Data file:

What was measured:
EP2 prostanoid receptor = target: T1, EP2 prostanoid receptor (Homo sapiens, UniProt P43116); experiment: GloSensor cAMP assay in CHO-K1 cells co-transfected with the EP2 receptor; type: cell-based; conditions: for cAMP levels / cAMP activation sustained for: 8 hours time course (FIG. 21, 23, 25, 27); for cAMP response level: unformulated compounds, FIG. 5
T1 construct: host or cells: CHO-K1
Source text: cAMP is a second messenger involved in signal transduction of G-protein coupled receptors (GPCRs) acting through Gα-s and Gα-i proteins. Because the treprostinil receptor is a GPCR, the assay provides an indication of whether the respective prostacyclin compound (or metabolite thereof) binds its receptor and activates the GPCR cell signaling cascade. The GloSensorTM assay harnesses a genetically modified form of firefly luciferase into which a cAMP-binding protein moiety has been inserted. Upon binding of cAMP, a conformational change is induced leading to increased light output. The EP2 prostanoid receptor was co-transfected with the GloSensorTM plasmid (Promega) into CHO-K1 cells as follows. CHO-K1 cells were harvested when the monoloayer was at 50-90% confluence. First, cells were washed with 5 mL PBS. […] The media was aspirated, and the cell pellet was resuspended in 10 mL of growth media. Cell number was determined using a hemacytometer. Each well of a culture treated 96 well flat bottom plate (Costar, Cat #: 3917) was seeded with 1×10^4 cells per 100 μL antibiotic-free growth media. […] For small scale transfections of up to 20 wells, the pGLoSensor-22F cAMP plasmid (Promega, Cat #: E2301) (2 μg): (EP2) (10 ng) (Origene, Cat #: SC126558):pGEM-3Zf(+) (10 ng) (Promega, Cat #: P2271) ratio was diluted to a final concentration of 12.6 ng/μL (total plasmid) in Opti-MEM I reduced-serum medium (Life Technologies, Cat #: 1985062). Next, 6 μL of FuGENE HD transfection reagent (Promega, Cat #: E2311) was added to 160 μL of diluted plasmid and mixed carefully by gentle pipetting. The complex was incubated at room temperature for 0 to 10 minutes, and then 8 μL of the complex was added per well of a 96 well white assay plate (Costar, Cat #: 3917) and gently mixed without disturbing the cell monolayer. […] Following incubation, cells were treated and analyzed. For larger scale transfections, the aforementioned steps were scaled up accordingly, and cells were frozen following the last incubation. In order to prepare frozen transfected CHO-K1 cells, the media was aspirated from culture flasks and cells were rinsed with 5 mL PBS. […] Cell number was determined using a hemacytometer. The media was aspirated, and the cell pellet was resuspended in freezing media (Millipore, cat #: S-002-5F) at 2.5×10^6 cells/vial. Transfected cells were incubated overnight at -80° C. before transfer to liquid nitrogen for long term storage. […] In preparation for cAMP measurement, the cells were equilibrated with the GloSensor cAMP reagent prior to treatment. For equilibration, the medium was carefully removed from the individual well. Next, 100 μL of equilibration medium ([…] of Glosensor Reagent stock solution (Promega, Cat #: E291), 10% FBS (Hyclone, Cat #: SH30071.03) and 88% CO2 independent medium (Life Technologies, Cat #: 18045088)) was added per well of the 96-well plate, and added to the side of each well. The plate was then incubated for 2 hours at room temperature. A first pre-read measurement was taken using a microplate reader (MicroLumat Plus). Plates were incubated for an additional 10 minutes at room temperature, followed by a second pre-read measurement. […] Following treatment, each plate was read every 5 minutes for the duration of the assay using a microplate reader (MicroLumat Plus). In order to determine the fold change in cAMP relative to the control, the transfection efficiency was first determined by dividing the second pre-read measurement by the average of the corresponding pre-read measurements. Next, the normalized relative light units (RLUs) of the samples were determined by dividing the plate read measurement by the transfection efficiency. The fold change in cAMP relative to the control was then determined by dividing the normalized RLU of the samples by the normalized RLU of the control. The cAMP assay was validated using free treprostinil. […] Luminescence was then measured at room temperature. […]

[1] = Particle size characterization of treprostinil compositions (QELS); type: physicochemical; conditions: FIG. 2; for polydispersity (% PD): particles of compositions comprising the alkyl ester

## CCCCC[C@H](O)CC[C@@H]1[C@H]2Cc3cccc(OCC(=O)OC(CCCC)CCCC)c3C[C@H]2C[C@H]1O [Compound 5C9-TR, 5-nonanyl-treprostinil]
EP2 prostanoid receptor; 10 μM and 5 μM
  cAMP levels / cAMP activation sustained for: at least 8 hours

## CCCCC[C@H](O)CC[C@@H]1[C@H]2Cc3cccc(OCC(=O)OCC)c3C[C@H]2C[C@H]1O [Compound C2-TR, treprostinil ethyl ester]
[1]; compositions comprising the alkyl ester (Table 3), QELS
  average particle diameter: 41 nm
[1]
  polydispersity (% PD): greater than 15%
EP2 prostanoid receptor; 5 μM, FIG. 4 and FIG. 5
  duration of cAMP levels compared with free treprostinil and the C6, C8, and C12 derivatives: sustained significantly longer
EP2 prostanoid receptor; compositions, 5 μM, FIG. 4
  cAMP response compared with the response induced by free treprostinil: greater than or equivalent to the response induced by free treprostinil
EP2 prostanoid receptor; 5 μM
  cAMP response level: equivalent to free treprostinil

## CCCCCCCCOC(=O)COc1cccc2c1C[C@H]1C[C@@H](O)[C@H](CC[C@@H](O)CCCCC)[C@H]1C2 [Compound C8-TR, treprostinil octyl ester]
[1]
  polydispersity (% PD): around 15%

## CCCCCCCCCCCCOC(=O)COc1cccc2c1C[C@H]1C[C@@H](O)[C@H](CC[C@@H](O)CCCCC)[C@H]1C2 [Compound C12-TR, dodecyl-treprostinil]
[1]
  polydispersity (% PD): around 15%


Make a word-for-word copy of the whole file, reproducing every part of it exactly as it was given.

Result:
What was measured:
EP2 prostanoid receptor = target: T1, EP2 prostanoid receptor (Homo sapiens, UniProt P43116); experiment: GloSensor cAMP assay in CHO-K1 cells co-transfected with the EP2 receptor; type: cell-based; conditions: for cAMP levels / cAMP activation sustained for: 8 hours time course (FIG. 21, 23, 25, 27); for cAMP response level: unformulated compounds, FIG. 5
T1 construct: host or cells: CHO-K1
Source text: cAMP is a second messenger involved in signal transduction of G-protein coupled receptors (GPCRs) acting through Gα-s and Gα-i proteins. Because the treprostinil receptor is a GPCR, the assay provides an indication of whether the respective prostacyclin compound (or metabolite thereof) binds its receptor and activates the GPCR cell signaling cascade. The GloSensorTM assay harnesses a genetically modified form of firefly luciferase into which a cAMP-binding protein moiety has been inserted. Upon binding of cAMP, a conformational change is induced leading to increased light output. The EP2 prostanoid receptor was co-transfected with the GloSensorTM plasmid (Promega) into CHO-K1 cells as follows. CHO-K1 cells were harvested when the monoloayer was at 50-90% confluence. First, cells were washed with 5 mL PBS. […] The media was aspirated, and the cell pellet was resuspended in 10 mL of growth media. Cell number was determined using a hemacytometer. Each well of a culture treated 96 well flat bottom plate (Costar, Cat #: 3917) was seeded with 1×10^4 cells per 100 μL antibiotic-free growth media. […] For small scale transfections of up to 20 wells, the pGLoSensor-22F cAMP plasmid (Promega, Cat #: E2301) (2 μg): (EP2) (10 ng) (Origene, Cat #: SC126558):pGEM-3Zf(+) (10 ng) (Promega, Cat #: P2271) ratio was diluted to a final concentration of 12.6 ng/μL (total plasmid) in Opti-MEM I reduced-serum medium (Life Technologies, Cat #: 1985062). Next, 6 μL of FuGENE HD transfection reagent (Promega, Cat #: E2311) was added to 160 μL of diluted plasmid and mixed carefully by gentle pipetting. The complex was incubated at room temperature for 0 to 10 minutes, and then 8 μL of the complex was added per well of a 96 well white assay plate (Costar, Cat #: 3917) and gently mixed without disturbing the cell monolayer. […] Following incubation, cells were treated and analyzed. For larger scale transfections, the aforementioned steps were scaled up accordingly, and cells were frozen following the last incubation. In order to prepare frozen transfected CHO-K1 cells, the media was aspirated from culture flasks and cells were rinsed with 5 mL PBS. […] Cell number was determined using a hemacytometer. The media was aspirated, and the cell pellet was resuspended in freezing media (Millipore, cat #: S-002-5F) at 2.5×10^6 cells/vial. Transfected cells were incubated overnight at -80° C. before transfer to liquid nitrogen for long term storage. […] In preparation for cAMP measurement, the cells were equilibrated with the GloSensor cAMP reagent prior to treatment. For equilibration, the medium was carefully removed from the individual well. Next, 100 μL of equilibration medium ([…] of Glosensor Reagent stock solution (Promega, Cat #: E291), 10% FBS (Hyclone, Cat #: SH30071.03) and 88% CO2 independent medium (Life Technologies, Cat #: 18045088)) was added per well of the 96-well plate, and added to the side of each well. The plate was then incubated for 2 hours at room temperature. A first pre-read measurement was taken using a microplate reader (MicroLumat Plus). Plates were incubated for an additional 10 minutes at room temperature, followed by a second pre-read measurement. […] Following treatment, each plate was read every 5 minutes for the duration of the assay using a microplate reader (MicroLumat Plus). In order to determine the fold change in cAMP relative to the control, the transfection efficiency was first determined by dividing the second pre-read measurement by the average of the corresponding pre-read measurements. Next, the normalized relative light units (RLUs) of the samples were determined by dividing the plate read measurement by the transfection efficiency. The fold change in cAMP relative to the control was then determined by dividing the normalized RLU of the samples by the normalized RLU of the control. The cAMP assay was validated using free treprostinil. […] Luminescence was then measured at room temperature. […]

[1] = Particle size characterization of treprostinil compositions (QELS); type: physicochemical; conditions: FIG. 2; for polydispersity (% PD): particles of compositions comprising the alkyl ester

## CCCCC[C@H](O)CC[C@@H]1[C@H]2Cc3cccc(OCC(=O)OC(CCCC)CCCC)c3C[C@H]2C[C@H]1O [Compound 5C9-TR, 5-nonanyl-treprostinil]
EP2 prostanoid receptor; 10 μM and 5 μM
  cAMP levels / cAMP activation sustained for: at least 8 hours

## CCCCC[C@H](O)CC[C@@H]1[C@H]2Cc3cccc(OCC(=O)OCC)c3C[C@H]2C[C@H]1O [Compound C2-TR, treprostinil ethyl ester]
[1]; compositions comprising the alkyl ester (Table 3), QELS
  average particle diameter: 41 nm
[1]
  polydispersity (% PD): greater than 15%
EP2 prostanoid receptor; 5 μM, FIG. 4 and FIG. 5
  duration of cAMP levels compared with free treprostinil and the C6, C8, and C12 derivatives: sustained significantly longer
EP2 prostanoid receptor; compositions, 5 μM, FIG. 4
  cAMP response compared with the response induced by free treprostinil: greater than or equivalent to the response induced by free treprostinil
EP2 prostanoid receptor; 5 μM
  cAMP response level: equivalent to free treprostinil

## CCCCCCCCOC(=O)COc1cccc2c1C[C@H]1C[C@@H](O)[C@H](CC[C@@H](O)CCCCC)[C@H]1C2 [Compound C8-TR, treprostinil octyl ester]
[1]
  polydispersity (% PD): around 15%

## CCCCCCCCCCCCOC(=O)COc1cccc2c1C[C@H]1C[C@@H](O)[C@H](CC[C@@H](O)CCCCC)[C@H]1C2 [Compound C12-TR, dodecyl-treprostinil]
[1]
  polydispersity (% PD): around 15%